Imaging includes X-ray, MRI, scintigraphy and ultrasound examinations.
There are no absolute contraindications for carrying out diagnostic procedures for non-invasive images except for MRI. The presence of metal objects inside the patient's eyes or brain precludes MRI.
The presence of a permanent pacemaker or internal defibrillator is a relative contraindication. In addition, gadolinium, when used as a contrast agent for MRI, increases the risk of systemic nephrogenic fibrosis in patients with chronic 4th or 5th stage kidney disease.
X-ray investigations used for chest imaging include chest X-ray, fluoroscopy, high resolution, and multilayer CT and angio-CT.
Chest x-ray examination and fluoroscopy are used to obtain images of the lungs and nearby anatomical structures. The chest radiograph provides images relating to internal and external structures in the chest and is very useful to identify any cardiac abnormalities, parenchymal lung, pleura, chest wall, diaphragm, mediastinal and lung ILI. Usually, it is the survey that is first done to study the lungs.
CT displays the intrathoracic structures and abnormalities more clearly than a standard chest x-ray can. Conventional (planar) CT provides multiple images of cross-sections of the chest, 10 mm thick. Its main advantage is the wide availability. The disadvantages are represented by the movement artifacts and by the limited resolution in the volume of fabric included in a 10 mm slice.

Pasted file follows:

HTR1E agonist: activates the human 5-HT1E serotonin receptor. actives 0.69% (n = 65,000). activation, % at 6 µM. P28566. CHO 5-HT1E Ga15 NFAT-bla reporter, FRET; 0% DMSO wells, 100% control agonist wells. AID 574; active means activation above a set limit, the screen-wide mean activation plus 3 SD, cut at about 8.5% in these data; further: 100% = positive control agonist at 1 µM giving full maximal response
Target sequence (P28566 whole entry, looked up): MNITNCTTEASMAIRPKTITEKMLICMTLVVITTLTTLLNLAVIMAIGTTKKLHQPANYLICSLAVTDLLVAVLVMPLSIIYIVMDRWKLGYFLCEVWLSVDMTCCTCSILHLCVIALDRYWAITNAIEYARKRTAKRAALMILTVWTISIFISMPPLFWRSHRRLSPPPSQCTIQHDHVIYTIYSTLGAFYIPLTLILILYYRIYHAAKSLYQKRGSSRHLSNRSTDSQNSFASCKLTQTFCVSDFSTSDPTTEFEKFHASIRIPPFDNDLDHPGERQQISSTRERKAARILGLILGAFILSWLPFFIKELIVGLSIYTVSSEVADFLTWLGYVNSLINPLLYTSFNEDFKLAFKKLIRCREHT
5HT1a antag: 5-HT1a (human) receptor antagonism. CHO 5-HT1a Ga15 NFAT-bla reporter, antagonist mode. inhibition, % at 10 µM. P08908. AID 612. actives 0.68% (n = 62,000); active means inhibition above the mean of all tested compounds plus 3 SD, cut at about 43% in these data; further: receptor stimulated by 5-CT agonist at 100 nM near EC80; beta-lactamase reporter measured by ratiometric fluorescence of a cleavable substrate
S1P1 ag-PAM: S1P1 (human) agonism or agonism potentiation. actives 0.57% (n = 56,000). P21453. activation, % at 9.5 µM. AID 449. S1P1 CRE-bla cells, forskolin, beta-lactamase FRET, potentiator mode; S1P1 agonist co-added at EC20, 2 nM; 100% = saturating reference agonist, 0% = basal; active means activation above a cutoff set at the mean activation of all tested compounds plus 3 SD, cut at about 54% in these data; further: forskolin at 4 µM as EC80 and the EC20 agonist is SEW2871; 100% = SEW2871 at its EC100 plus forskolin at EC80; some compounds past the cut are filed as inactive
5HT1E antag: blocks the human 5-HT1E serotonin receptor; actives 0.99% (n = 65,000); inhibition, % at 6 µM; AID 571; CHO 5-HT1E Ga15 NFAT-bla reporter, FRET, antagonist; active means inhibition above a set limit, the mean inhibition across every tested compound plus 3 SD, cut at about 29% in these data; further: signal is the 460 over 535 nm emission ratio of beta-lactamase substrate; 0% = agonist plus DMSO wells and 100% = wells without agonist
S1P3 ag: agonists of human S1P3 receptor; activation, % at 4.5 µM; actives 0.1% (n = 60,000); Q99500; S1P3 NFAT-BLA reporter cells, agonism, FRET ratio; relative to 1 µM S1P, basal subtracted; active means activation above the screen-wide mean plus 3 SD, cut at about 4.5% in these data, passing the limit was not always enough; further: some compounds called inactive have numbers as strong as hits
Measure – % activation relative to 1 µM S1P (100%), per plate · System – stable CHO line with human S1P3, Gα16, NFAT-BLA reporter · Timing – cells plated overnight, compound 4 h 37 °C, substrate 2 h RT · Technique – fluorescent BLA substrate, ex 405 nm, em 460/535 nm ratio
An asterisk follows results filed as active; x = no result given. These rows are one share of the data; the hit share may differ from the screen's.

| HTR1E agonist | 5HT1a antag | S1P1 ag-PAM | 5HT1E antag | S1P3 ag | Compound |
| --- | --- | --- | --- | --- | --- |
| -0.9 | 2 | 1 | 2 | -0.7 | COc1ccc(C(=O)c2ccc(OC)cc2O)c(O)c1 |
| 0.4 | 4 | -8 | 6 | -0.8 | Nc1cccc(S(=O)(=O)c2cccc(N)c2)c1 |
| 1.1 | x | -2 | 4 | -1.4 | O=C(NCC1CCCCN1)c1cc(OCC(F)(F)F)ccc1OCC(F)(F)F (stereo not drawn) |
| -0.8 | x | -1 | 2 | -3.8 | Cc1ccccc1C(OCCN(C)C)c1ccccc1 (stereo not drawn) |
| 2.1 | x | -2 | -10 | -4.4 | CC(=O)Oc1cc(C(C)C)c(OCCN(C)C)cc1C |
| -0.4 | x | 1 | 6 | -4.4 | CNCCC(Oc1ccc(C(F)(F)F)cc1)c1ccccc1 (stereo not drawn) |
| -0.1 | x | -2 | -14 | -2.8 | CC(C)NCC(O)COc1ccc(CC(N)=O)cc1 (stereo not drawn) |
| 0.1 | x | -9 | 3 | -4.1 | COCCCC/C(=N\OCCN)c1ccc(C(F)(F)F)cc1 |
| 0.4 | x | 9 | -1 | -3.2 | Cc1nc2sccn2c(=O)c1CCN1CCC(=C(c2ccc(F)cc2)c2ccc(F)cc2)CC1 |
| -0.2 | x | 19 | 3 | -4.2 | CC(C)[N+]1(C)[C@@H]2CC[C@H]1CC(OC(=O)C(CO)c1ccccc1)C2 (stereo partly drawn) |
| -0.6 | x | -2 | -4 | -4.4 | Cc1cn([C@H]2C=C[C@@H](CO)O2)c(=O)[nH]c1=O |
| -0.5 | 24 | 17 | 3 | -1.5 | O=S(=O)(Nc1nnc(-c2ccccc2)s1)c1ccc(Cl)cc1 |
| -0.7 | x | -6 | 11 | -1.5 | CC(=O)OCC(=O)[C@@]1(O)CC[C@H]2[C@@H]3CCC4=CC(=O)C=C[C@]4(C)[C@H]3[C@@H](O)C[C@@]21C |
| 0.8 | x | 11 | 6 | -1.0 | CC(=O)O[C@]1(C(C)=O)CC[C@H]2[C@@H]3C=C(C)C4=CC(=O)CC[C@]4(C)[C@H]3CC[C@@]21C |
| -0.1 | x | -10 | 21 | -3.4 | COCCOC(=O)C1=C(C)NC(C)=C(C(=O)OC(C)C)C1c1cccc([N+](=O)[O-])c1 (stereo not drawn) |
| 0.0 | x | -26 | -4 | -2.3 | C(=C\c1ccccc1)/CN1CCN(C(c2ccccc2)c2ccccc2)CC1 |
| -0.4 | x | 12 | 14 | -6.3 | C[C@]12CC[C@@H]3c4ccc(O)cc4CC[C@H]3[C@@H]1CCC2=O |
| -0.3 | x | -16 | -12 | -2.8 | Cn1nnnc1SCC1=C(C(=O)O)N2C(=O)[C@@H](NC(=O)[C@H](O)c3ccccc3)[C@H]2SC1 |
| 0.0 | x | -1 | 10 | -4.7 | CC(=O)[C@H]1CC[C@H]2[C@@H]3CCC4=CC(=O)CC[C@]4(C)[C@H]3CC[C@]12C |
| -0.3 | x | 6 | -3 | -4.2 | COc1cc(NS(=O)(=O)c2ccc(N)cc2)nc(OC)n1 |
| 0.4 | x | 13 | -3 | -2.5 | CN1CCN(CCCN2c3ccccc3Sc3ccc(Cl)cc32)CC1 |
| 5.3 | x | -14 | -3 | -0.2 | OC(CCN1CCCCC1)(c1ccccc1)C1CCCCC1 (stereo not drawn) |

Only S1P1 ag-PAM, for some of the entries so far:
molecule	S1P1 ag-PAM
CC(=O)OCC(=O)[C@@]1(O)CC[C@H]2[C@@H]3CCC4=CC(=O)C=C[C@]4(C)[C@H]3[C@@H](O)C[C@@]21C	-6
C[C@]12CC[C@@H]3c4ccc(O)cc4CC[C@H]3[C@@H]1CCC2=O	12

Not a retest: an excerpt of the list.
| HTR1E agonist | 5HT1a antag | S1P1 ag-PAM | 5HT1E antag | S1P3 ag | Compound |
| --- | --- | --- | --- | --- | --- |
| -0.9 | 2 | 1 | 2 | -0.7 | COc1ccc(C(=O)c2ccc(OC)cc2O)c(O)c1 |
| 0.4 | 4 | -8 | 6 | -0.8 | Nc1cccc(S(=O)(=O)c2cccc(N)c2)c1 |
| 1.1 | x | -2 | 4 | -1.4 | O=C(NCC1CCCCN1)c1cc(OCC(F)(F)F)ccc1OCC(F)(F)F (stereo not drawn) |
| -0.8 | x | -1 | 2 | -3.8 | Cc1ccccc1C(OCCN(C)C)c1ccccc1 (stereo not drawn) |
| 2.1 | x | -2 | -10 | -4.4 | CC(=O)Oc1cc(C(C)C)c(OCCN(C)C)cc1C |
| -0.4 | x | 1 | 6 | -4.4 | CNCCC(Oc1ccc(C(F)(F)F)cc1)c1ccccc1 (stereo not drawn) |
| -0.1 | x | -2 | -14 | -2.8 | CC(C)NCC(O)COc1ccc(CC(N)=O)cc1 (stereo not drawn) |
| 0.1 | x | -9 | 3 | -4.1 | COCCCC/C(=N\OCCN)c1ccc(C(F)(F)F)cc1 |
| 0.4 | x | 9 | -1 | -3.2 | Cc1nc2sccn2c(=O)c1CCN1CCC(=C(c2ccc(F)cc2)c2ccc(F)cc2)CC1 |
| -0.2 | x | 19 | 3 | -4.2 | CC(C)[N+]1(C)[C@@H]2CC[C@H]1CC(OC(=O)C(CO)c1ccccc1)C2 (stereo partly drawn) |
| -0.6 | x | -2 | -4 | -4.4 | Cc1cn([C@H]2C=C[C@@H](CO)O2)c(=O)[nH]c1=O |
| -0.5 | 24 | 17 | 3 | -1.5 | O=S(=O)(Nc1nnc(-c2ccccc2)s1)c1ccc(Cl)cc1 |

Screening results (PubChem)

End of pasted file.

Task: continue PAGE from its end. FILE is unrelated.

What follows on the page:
The spiral CT provides multiplanar images of the entire thorax acquired during apnea of 8-10 seconds while the patient is being moved in a continuous manner in the gantry of the CT. Spiral CT is considered at least equivalent to conventional CT for most applications. Before having a CT scan, it is recommended to know the CT scan cost in south Delhi. Its main advantages are speed, less exposure to radiation and the possibility of reconstructing the images on the 3 floors. The software can also generate images of the bronchial mucosa (virtual bronchoscopy).
MRI has a relatively limited role in lung imaging but is preferred over CT in specific circumstances (e.g., for the evaluation of neoplasms of the upper sulcus, possible cysts and indissociable lesions from the chest wall). In patients with suspicion of pulmonary embolism in whom IV contrast agents cannot be used, MRI can sometimes identify coarse proximal emboli, but normally its use is very limited in this pathology.
The advantages of MRI are the absence of radiation exposure for patients, the excellent visualization of vascular structures, the lack of bone artifacts and the excellent contrast of soft tissues.
Ultrasound is often used to facilitate certain procedures such as thoracentesis and the insertion of central venous catheters. Ultrasound is also very useful for assessing the presence and extent of pleural effusions and is now commonly used to guide thoracentesis to the patient's bed. Ultrasound performed on the patient's bed is becoming common to diagnose pneumothorax.
The biopsy endobronchial ultrasound-guided is increasingly being used in combination with fiber optic bronchoscopy to better locate masses and enlarged lymph nodes. The diagnostic yield of endo-bronchial ultrasound compared to conventional unguided techniques is higher as regards the transbronchial aspiration of the lymph nodes.